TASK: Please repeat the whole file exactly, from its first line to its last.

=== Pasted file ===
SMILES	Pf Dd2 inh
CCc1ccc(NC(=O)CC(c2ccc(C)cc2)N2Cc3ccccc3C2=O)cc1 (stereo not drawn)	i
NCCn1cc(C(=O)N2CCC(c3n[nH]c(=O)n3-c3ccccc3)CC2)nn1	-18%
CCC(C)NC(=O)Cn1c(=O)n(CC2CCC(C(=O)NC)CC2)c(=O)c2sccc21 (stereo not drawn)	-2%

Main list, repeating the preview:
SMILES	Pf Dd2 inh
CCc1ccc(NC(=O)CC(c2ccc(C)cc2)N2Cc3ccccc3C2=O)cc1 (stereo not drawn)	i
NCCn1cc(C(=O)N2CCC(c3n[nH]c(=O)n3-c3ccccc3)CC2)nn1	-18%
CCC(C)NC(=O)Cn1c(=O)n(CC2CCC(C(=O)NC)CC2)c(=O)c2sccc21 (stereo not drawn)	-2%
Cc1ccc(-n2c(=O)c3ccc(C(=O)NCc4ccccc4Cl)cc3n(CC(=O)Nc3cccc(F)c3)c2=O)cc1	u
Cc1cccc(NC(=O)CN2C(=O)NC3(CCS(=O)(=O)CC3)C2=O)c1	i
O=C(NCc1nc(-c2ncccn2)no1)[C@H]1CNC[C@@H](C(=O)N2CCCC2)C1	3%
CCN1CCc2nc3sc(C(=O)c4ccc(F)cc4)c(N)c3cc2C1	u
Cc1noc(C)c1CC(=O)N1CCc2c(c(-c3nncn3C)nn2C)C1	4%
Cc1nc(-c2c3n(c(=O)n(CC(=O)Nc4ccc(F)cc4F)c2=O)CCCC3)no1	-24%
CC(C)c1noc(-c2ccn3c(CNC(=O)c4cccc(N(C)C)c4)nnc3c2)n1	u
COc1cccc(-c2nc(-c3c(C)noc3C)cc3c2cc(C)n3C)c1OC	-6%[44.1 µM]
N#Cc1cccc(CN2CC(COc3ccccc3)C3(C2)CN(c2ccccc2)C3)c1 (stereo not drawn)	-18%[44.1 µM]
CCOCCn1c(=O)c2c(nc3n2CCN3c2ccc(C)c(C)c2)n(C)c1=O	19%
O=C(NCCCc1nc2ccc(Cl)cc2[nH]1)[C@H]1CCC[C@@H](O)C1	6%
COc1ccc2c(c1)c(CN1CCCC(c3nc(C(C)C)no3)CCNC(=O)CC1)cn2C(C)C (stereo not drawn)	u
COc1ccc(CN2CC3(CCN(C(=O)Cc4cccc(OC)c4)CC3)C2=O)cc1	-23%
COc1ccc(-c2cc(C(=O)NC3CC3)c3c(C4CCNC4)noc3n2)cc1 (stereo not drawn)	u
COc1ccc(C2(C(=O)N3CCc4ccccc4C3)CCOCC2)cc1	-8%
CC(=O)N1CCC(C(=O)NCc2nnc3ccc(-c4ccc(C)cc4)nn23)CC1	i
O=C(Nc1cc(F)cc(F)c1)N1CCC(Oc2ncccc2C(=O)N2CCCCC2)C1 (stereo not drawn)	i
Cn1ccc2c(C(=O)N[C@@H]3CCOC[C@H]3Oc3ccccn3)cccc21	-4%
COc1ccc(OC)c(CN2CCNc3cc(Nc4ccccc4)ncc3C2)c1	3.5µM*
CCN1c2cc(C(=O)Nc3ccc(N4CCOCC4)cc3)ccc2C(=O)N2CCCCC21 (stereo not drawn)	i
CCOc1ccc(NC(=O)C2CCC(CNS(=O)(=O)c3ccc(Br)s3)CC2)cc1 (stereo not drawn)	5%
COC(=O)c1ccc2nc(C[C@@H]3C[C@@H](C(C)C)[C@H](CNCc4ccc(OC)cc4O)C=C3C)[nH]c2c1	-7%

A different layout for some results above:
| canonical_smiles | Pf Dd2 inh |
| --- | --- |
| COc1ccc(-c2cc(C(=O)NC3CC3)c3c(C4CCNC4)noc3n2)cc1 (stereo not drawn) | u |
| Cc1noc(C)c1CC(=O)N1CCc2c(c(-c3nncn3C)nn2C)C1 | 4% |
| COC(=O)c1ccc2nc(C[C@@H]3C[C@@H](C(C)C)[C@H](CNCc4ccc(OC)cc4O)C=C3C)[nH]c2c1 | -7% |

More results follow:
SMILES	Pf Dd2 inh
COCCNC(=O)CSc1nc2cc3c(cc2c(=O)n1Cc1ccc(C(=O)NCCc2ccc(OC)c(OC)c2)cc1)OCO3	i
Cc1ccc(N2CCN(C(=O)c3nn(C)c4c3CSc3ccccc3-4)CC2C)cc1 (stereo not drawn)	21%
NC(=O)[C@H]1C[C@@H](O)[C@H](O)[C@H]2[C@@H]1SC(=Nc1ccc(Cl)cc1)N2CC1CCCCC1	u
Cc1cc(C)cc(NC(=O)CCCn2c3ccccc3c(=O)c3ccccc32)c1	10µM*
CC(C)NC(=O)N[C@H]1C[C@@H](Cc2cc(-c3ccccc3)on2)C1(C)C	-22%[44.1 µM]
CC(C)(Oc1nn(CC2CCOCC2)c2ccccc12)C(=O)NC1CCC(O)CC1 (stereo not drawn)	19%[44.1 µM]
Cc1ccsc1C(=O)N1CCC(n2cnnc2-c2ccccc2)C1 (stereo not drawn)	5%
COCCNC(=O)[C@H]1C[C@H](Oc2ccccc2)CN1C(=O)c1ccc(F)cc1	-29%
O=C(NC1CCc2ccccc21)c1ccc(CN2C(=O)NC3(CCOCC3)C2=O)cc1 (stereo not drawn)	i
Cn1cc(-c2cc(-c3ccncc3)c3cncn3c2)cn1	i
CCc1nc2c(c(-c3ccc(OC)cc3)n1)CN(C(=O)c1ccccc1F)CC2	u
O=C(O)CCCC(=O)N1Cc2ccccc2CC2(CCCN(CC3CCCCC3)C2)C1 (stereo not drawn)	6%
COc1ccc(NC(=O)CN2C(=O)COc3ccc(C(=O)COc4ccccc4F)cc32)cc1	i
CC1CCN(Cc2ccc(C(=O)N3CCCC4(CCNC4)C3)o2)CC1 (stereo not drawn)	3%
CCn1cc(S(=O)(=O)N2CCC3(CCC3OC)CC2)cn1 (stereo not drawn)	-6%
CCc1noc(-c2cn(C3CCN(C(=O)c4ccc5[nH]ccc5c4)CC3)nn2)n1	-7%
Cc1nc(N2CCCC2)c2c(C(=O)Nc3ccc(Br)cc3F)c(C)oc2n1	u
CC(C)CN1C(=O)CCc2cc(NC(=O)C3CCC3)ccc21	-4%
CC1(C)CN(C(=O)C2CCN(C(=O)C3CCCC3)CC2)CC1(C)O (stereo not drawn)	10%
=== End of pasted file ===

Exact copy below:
SMILES	Pf Dd2 inh
CCc1ccc(NC(=O)CC(c2ccc(C)cc2)N2Cc3ccccc3C2=O)cc1 (stereo not drawn)	i
NCCn1cc(C(=O)N2CCC(c3n[nH]c(=O)n3-c3ccccc3)CC2)nn1	-18%
CCC(C)NC(=O)Cn1c(=O)n(CC2CCC(C(=O)NC)CC2)c(=O)c2sccc21 (stereo not drawn)	-2%

Main list, repeating the preview:
SMILES	Pf Dd2 inh
CCc1ccc(NC(=O)CC(c2ccc(C)cc2)N2Cc3ccccc3C2=O)cc1 (stereo not drawn)	i
NCCn1cc(C(=O)N2CCC(c3n[nH]c(=O)n3-c3ccccc3)CC2)nn1	-18%
CCC(C)NC(=O)Cn1c(=O)n(CC2CCC(C(=O)NC)CC2)c(=O)c2sccc21 (stereo not drawn)	-2%
Cc1ccc(-n2c(=O)c3ccc(C(=O)NCc4ccccc4Cl)cc3n(CC(=O)Nc3cccc(F)c3)c2=O)cc1	u
Cc1cccc(NC(=O)CN2C(=O)NC3(CCS(=O)(=O)CC3)C2=O)c1	i
O=C(NCc1nc(-c2ncccn2)no1)[C@H]1CNC[C@@H](C(=O)N2CCCC2)C1	3%
CCN1CCc2nc3sc(C(=O)c4ccc(F)cc4)c(N)c3cc2C1	u
Cc1noc(C)c1CC(=O)N1CCc2c(c(-c3nncn3C)nn2C)C1	4%
Cc1nc(-c2c3n(c(=O)n(CC(=O)Nc4ccc(F)cc4F)c2=O)CCCC3)no1	-24%
CC(C)c1noc(-c2ccn3c(CNC(=O)c4cccc(N(C)C)c4)nnc3c2)n1	u
COc1cccc(-c2nc(-c3c(C)noc3C)cc3c2cc(C)n3C)c1OC	-6%[44.1 µM]
N#Cc1cccc(CN2CC(COc3ccccc3)C3(C2)CN(c2ccccc2)C3)c1 (stereo not drawn)	-18%[44.1 µM]
CCOCCn1c(=O)c2c(nc3n2CCN3c2ccc(C)c(C)c2)n(C)c1=O	19%
O=C(NCCCc1nc2ccc(Cl)cc2[nH]1)[C@H]1CCC[C@@H](O)C1	6%
COc1ccc2c(c1)c(CN1CCCC(c3nc(C(C)C)no3)CCNC(=O)CC1)cn2C(C)C (stereo not drawn)	u
COc1ccc(CN2CC3(CCN(C(=O)Cc4cccc(OC)c4)CC3)C2=O)cc1	-23%
COc1ccc(-c2cc(C(=O)NC3CC3)c3c(C4CCNC4)noc3n2)cc1 (stereo not drawn)	u
COc1ccc(C2(C(=O)N3CCc4ccccc4C3)CCOCC2)cc1	-8%
CC(=O)N1CCC(C(=O)NCc2nnc3ccc(-c4ccc(C)cc4)nn23)CC1	i
O=C(Nc1cc(F)cc(F)c1)N1CCC(Oc2ncccc2C(=O)N2CCCCC2)C1 (stereo not drawn)	i
Cn1ccc2c(C(=O)N[C@@H]3CCOC[C@H]3Oc3ccccn3)cccc21	-4%
COc1ccc(OC)c(CN2CCNc3cc(Nc4ccccc4)ncc3C2)c1	3.5µM*
CCN1c2cc(C(=O)Nc3ccc(N4CCOCC4)cc3)ccc2C(=O)N2CCCCC21 (stereo not drawn)	i
CCOc1ccc(NC(=O)C2CCC(CNS(=O)(=O)c3ccc(Br)s3)CC2)cc1 (stereo not drawn)	5%
COC(=O)c1ccc2nc(C[C@@H]3C[C@@H](C(C)C)[C@H](CNCc4ccc(OC)cc4O)C=C3C)[nH]c2c1	-7%

A different layout for some results above:
| canonical_smiles | Pf Dd2 inh |
| --- | --- |
| COc1ccc(-c2cc(C(=O)NC3CC3)c3c(C4CCNC4)noc3n2)cc1 (stereo not drawn) | u |
| Cc1noc(C)c1CC(=O)N1CCc2c(c(-c3nncn3C)nn2C)C1 | 4% |
| COC(=O)c1ccc2nc(C[C@@H]3C[C@@H](C(C)C)[C@H](CNCc4ccc(OC)cc4O)C=C3C)[nH]c2c1 | -7% |

More results follow:
SMILES	Pf Dd2 inh
COCCNC(=O)CSc1nc2cc3c(cc2c(=O)n1Cc1ccc(C(=O)NCCc2ccc(OC)c(OC)c2)cc1)OCO3	i
Cc1ccc(N2CCN(C(=O)c3nn(C)c4c3CSc3ccccc3-4)CC2C)cc1 (stereo not drawn)	21%
NC(=O)[C@H]1C[C@@H](O)[C@H](O)[C@H]2[C@@H]1SC(=Nc1ccc(Cl)cc1)N2CC1CCCCC1	u
Cc1cc(C)cc(NC(=O)CCCn2c3ccccc3c(=O)c3ccccc32)c1	10µM*
CC(C)NC(=O)N[C@H]1C[C@@H](Cc2cc(-c3ccccc3)on2)C1(C)C	-22%[44.1 µM]
CC(C)(Oc1nn(CC2CCOCC2)c2ccccc12)C(=O)NC1CCC(O)CC1 (stereo not drawn)	19%[44.1 µM]
Cc1ccsc1C(=O)N1CCC(n2cnnc2-c2ccccc2)C1 (stereo not drawn)	5%
COCCNC(=O)[C@H]1C[C@H](Oc2ccccc2)CN1C(=O)c1ccc(F)cc1	-29%
O=C(NC1CCc2ccccc21)c1ccc(CN2C(=O)NC3(CCOCC3)C2=O)cc1 (stereo not drawn)	i
Cn1cc(-c2cc(-c3ccncc3)c3cncn3c2)cn1	i
CCc1nc2c(c(-c3ccc(OC)cc3)n1)CN(C(=O)c1ccccc1F)CC2	u
O=C(O)CCCC(=O)N1Cc2ccccc2CC2(CCCN(CC3CCCCC3)C2)C1 (stereo not drawn)	6%
COc1ccc(NC(=O)CN2C(=O)COc3ccc(C(=O)COc4ccccc4F)cc32)cc1	i
CC1CCN(Cc2ccc(C(=O)N3CCCC4(CCNC4)C3)o2)CC1 (stereo not drawn)	3%
CCn1cc(S(=O)(=O)N2CCC3(CCC3OC)CC2)cn1 (stereo not drawn)	-6%
CCc1noc(-c2cn(C3CCN(C(=O)c4ccc5[nH]ccc5c4)CC3)nn2)n1	-7%
Cc1nc(N2CCCC2)c2c(C(=O)Nc3ccc(Br)cc3F)c(C)oc2n1	u
CC(C)CN1C(=O)CCc2cc(NC(=O)C3CCC3)ccc21	-4%
CC1(C)CN(C(=O)C2CCN(C(=O)C3CCCC3)CC2)CC1(C)O (stereo not drawn)	10%